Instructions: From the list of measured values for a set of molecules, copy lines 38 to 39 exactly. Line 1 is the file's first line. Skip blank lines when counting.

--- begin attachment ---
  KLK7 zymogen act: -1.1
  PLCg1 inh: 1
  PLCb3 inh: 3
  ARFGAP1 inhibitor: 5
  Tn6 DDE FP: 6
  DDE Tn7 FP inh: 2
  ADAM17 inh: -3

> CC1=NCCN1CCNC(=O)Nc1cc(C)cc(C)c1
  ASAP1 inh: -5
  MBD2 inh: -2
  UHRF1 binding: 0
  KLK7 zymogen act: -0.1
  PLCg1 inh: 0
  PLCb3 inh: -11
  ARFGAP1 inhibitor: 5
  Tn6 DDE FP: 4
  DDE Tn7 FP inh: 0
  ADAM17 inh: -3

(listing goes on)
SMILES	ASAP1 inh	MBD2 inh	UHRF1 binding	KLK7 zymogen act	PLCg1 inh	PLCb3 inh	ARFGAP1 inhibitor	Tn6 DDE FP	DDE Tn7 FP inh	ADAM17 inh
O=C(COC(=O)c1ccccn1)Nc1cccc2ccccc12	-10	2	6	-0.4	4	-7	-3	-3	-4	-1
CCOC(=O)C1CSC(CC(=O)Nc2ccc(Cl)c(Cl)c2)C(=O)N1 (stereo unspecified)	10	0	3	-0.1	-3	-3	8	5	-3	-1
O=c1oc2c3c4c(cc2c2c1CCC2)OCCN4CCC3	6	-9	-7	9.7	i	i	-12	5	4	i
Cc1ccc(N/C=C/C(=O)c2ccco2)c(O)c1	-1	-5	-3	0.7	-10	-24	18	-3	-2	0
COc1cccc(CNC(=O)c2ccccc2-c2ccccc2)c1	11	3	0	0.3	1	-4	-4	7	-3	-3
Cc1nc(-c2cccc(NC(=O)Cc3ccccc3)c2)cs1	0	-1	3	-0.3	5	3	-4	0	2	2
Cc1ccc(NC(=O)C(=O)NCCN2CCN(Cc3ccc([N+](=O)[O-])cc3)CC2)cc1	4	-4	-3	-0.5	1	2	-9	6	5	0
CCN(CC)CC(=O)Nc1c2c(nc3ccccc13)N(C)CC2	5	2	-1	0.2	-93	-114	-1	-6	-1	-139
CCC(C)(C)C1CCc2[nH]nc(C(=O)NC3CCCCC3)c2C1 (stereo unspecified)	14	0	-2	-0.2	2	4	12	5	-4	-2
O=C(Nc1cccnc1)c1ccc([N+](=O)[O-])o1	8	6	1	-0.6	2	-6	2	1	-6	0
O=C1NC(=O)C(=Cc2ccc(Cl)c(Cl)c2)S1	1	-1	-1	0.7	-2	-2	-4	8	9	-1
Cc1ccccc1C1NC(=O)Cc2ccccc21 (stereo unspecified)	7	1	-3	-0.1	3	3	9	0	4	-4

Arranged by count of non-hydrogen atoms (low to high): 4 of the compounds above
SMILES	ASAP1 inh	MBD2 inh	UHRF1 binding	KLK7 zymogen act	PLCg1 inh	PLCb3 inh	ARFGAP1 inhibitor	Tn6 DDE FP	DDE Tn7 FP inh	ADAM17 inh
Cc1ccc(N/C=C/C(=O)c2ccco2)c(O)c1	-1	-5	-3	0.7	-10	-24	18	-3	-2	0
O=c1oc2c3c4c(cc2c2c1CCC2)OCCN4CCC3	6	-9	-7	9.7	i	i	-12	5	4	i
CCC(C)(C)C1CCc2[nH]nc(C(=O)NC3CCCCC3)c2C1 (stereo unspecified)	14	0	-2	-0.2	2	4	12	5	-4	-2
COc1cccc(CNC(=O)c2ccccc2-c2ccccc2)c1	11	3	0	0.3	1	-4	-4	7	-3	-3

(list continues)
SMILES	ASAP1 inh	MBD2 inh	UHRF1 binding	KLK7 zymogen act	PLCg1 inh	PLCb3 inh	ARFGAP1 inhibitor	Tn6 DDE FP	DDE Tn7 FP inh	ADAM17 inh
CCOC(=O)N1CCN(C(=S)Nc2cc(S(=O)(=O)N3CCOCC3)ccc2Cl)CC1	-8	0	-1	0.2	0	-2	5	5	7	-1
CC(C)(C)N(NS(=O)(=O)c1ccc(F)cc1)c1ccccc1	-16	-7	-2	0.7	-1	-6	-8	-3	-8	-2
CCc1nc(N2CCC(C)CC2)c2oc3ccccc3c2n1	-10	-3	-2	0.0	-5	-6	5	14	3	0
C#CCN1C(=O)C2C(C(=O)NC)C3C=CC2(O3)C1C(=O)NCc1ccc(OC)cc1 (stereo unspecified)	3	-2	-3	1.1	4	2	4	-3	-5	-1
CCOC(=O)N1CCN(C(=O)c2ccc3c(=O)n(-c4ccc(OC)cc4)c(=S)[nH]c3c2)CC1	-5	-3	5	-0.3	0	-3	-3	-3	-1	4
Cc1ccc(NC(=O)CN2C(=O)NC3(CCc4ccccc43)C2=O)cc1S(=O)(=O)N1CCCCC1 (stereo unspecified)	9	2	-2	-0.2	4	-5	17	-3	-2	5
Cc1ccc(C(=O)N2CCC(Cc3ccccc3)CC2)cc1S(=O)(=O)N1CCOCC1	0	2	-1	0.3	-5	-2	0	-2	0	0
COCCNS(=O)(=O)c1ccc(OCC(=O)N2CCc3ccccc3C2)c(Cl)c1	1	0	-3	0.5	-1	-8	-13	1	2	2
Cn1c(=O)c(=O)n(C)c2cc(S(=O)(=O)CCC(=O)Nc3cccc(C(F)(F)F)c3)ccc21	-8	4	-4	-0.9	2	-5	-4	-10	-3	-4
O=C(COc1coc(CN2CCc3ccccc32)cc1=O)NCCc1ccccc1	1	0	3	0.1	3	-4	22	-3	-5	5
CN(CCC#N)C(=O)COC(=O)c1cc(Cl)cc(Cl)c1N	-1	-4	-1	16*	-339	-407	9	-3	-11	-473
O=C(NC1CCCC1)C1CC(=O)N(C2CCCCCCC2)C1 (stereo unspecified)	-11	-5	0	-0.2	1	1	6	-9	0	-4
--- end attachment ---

COc1cccc(CNC(=O)c2ccccc2-c2ccccc2)c1	11	3	0	0.3	1	-4	-4	7	-3	-3

(list continues)